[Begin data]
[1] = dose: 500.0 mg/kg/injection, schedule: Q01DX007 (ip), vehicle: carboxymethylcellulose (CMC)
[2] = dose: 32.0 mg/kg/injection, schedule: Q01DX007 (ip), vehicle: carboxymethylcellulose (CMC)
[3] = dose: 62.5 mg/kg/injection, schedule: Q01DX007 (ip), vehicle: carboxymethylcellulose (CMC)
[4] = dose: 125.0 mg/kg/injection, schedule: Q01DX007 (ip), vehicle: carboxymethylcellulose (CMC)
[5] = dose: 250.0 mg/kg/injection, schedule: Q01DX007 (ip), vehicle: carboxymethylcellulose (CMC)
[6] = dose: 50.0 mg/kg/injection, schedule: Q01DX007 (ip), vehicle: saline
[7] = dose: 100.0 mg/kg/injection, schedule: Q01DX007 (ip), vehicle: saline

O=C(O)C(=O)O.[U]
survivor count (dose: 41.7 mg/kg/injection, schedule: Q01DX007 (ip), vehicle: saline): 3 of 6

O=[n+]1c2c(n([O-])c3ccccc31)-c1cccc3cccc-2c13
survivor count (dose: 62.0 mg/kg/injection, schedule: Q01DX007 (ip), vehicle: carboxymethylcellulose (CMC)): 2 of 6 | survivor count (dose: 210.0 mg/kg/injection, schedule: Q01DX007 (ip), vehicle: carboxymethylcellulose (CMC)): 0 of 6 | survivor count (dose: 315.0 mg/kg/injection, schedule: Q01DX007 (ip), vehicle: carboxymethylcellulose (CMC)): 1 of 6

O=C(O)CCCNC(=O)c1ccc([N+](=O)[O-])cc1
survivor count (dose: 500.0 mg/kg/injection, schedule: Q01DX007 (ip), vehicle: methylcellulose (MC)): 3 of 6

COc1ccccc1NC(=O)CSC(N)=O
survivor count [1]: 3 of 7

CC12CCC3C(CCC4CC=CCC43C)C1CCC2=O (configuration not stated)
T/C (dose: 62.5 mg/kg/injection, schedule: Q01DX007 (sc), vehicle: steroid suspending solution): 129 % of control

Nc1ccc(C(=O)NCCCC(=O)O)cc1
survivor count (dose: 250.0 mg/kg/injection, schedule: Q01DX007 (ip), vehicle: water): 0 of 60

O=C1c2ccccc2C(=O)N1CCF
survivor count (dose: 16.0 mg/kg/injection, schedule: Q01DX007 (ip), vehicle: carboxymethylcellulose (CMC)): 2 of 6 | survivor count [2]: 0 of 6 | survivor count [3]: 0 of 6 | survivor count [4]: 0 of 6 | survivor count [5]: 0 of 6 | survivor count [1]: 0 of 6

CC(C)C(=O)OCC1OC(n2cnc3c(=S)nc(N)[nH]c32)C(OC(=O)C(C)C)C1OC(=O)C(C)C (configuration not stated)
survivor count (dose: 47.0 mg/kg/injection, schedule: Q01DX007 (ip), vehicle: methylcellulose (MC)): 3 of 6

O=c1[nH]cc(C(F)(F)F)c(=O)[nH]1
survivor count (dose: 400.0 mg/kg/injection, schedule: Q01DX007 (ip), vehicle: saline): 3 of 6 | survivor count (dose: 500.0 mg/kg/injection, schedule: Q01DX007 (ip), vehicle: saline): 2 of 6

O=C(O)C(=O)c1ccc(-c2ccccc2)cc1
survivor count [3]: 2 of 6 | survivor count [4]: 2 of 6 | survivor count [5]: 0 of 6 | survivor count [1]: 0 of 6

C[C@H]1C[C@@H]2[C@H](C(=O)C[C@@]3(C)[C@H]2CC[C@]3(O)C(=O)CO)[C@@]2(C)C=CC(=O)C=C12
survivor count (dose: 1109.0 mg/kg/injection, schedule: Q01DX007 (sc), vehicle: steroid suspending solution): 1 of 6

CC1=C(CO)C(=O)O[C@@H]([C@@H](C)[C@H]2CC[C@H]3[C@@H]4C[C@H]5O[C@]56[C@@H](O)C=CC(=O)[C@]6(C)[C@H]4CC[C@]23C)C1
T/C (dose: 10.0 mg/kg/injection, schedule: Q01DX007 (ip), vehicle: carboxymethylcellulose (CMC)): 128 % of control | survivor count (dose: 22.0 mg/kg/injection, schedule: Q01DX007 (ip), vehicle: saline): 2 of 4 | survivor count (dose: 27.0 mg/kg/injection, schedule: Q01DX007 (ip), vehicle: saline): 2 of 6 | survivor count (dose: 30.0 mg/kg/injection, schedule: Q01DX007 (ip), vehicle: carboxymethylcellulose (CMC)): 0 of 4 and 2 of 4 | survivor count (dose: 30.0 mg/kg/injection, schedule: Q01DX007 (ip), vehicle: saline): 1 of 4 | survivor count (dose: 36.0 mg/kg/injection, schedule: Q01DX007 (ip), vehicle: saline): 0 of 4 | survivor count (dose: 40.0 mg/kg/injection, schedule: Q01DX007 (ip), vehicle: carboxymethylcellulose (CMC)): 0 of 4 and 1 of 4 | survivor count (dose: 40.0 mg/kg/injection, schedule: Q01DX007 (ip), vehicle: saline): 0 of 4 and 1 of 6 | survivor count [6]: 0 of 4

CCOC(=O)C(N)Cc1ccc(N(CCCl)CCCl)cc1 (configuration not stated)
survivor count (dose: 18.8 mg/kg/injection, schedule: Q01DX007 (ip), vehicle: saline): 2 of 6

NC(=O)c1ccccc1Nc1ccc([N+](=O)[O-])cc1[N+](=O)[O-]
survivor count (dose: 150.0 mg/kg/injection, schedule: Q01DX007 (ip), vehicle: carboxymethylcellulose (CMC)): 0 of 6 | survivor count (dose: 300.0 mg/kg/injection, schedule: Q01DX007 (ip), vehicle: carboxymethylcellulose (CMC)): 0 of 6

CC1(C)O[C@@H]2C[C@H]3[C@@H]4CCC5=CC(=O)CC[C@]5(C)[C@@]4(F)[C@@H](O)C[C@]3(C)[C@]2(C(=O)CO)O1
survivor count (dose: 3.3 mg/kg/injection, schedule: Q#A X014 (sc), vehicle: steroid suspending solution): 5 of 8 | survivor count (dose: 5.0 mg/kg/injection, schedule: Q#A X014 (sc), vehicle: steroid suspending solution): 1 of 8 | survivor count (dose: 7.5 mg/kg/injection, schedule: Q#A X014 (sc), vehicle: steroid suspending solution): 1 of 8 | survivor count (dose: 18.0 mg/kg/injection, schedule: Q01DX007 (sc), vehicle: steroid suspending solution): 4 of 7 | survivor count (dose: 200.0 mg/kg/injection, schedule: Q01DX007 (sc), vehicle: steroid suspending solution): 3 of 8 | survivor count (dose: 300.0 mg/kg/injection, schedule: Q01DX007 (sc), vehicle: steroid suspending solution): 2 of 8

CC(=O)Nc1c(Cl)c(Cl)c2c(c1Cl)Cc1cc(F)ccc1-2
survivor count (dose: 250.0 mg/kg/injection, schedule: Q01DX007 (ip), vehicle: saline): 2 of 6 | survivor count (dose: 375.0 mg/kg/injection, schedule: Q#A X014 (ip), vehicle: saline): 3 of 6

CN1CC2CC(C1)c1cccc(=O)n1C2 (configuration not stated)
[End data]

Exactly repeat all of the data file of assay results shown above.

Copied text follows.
[1] = dose: 500.0 mg/kg/injection, schedule: Q01DX007 (ip), vehicle: carboxymethylcellulose (CMC)
[2] = dose: 32.0 mg/kg/injection, schedule: Q01DX007 (ip), vehicle: carboxymethylcellulose (CMC)
[3] = dose: 62.5 mg/kg/injection, schedule: Q01DX007 (ip), vehicle: carboxymethylcellulose (CMC)
[4] = dose: 125.0 mg/kg/injection, schedule: Q01DX007 (ip), vehicle: carboxymethylcellulose (CMC)
[5] = dose: 250.0 mg/kg/injection, schedule: Q01DX007 (ip), vehicle: carboxymethylcellulose (CMC)
[6] = dose: 50.0 mg/kg/injection, schedule: Q01DX007 (ip), vehicle: saline
[7] = dose: 100.0 mg/kg/injection, schedule: Q01DX007 (ip), vehicle: saline

O=C(O)C(=O)O.[U]
survivor count (dose: 41.7 mg/kg/injection, schedule: Q01DX007 (ip), vehicle: saline): 3 of 6

O=[n+]1c2c(n([O-])c3ccccc31)-c1cccc3cccc-2c13
survivor count (dose: 62.0 mg/kg/injection, schedule: Q01DX007 (ip), vehicle: carboxymethylcellulose (CMC)): 2 of 6 | survivor count (dose: 210.0 mg/kg/injection, schedule: Q01DX007 (ip), vehicle: carboxymethylcellulose (CMC)): 0 of 6 | survivor count (dose: 315.0 mg/kg/injection, schedule: Q01DX007 (ip), vehicle: carboxymethylcellulose (CMC)): 1 of 6

O=C(O)CCCNC(=O)c1ccc([N+](=O)[O-])cc1
survivor count (dose: 500.0 mg/kg/injection, schedule: Q01DX007 (ip), vehicle: methylcellulose (MC)): 3 of 6

COc1ccccc1NC(=O)CSC(N)=O
survivor count [1]: 3 of 7

CC12CCC3C(CCC4CC=CCC43C)C1CCC2=O (configuration not stated)
T/C (dose: 62.5 mg/kg/injection, schedule: Q01DX007 (sc), vehicle: steroid suspending solution): 129 % of control

Nc1ccc(C(=O)NCCCC(=O)O)cc1
survivor count (dose: 250.0 mg/kg/injection, schedule: Q01DX007 (ip), vehicle: water): 0 of 60

O=C1c2ccccc2C(=O)N1CCF
survivor count (dose: 16.0 mg/kg/injection, schedule: Q01DX007 (ip), vehicle: carboxymethylcellulose (CMC)): 2 of 6 | survivor count [2]: 0 of 6 | survivor count [3]: 0 of 6 | survivor count [4]: 0 of 6 | survivor count [5]: 0 of 6 | survivor count [1]: 0 of 6

CC(C)C(=O)OCC1OC(n2cnc3c(=S)nc(N)[nH]c32)C(OC(=O)C(C)C)C1OC(=O)C(C)C (configuration not stated)
survivor count (dose: 47.0 mg/kg/injection, schedule: Q01DX007 (ip), vehicle: methylcellulose (MC)): 3 of 6

O=c1[nH]cc(C(F)(F)F)c(=O)[nH]1
survivor count (dose: 400.0 mg/kg/injection, schedule: Q01DX007 (ip), vehicle: saline): 3 of 6 | survivor count (dose: 500.0 mg/kg/injection, schedule: Q01DX007 (ip), vehicle: saline): 2 of 6

O=C(O)C(=O)c1ccc(-c2ccccc2)cc1
survivor count [3]: 2 of 6 | survivor count [4]: 2 of 6 | survivor count [5]: 0 of 6 | survivor count [1]: 0 of 6

C[C@H]1C[C@@H]2[C@H](C(=O)C[C@@]3(C)[C@H]2CC[C@]3(O)C(=O)CO)[C@@]2(C)C=CC(=O)C=C12
survivor count (dose: 1109.0 mg/kg/injection, schedule: Q01DX007 (sc), vehicle: steroid suspending solution): 1 of 6

CC1=C(CO)C(=O)O[C@@H]([C@@H](C)[C@H]2CC[C@H]3[C@@H]4C[C@H]5O[C@]56[C@@H](O)C=CC(=O)[C@]6(C)[C@H]4CC[C@]23C)C1
T/C (dose: 10.0 mg/kg/injection, schedule: Q01DX007 (ip), vehicle: carboxymethylcellulose (CMC)): 128 % of control | survivor count (dose: 22.0 mg/kg/injection, schedule: Q01DX007 (ip), vehicle: saline): 2 of 4 | survivor count (dose: 27.0 mg/kg/injection, schedule: Q01DX007 (ip), vehicle: saline): 2 of 6 | survivor count (dose: 30.0 mg/kg/injection, schedule: Q01DX007 (ip), vehicle: carboxymethylcellulose (CMC)): 0 of 4 and 2 of 4 | survivor count (dose: 30.0 mg/kg/injection, schedule: Q01DX007 (ip), vehicle: saline): 1 of 4 | survivor count (dose: 36.0 mg/kg/injection, schedule: Q01DX007 (ip), vehicle: saline): 0 of 4 | survivor count (dose: 40.0 mg/kg/injection, schedule: Q01DX007 (ip), vehicle: carboxymethylcellulose (CMC)): 0 of 4 and 1 of 4 | survivor count (dose: 40.0 mg/kg/injection, schedule: Q01DX007 (ip), vehicle: saline): 0 of 4 and 1 of 6 | survivor count [6]: 0 of 4

CCOC(=O)C(N)Cc1ccc(N(CCCl)CCCl)cc1 (configuration not stated)
survivor count (dose: 18.8 mg/kg/injection, schedule: Q01DX007 (ip), vehicle: saline): 2 of 6

NC(=O)c1ccccc1Nc1ccc([N+](=O)[O-])cc1[N+](=O)[O-]
survivor count (dose: 150.0 mg/kg/injection, schedule: Q01DX007 (ip), vehicle: carboxymethylcellulose (CMC)): 0 of 6 | survivor count (dose: 300.0 mg/kg/injection, schedule: Q01DX007 (ip), vehicle: carboxymethylcellulose (CMC)): 0 of 6

CC1(C)O[C@@H]2C[C@H]3[C@@H]4CCC5=CC(=O)CC[C@]5(C)[C@@]4(F)[C@@H](O)C[C@]3(C)[C@]2(C(=O)CO)O1
survivor count (dose: 3.3 mg/kg/injection, schedule: Q#A X014 (sc), vehicle: steroid suspending solution): 5 of 8 | survivor count (dose: 5.0 mg/kg/injection, schedule: Q#A X014 (sc), vehicle: steroid suspending solution): 1 of 8 | survivor count (dose: 7.5 mg/kg/injection, schedule: Q#A X014 (sc), vehicle: steroid suspending solution): 1 of 8 | survivor count (dose: 18.0 mg/kg/injection, schedule: Q01DX007 (sc), vehicle: steroid suspending solution): 4 of 7 | survivor count (dose: 200.0 mg/kg/injection, schedule: Q01DX007 (sc), vehicle: steroid suspending solution): 3 of 8 | survivor count (dose: 300.0 mg/kg/injection, schedule: Q01DX007 (sc), vehicle: steroid suspending solution): 2 of 8

CC(=O)Nc1c(Cl)c(Cl)c2c(c1Cl)Cc1cc(F)ccc1-2
survivor count (dose: 250.0 mg/kg/injection, schedule: Q01DX007 (ip), vehicle: saline): 2 of 6 | survivor count (dose: 375.0 mg/kg/injection, schedule: Q#A X014 (ip), vehicle: saline): 3 of 6

CN1CC2CC(C1)c1cccc(=O)n1C2 (configuration not stated)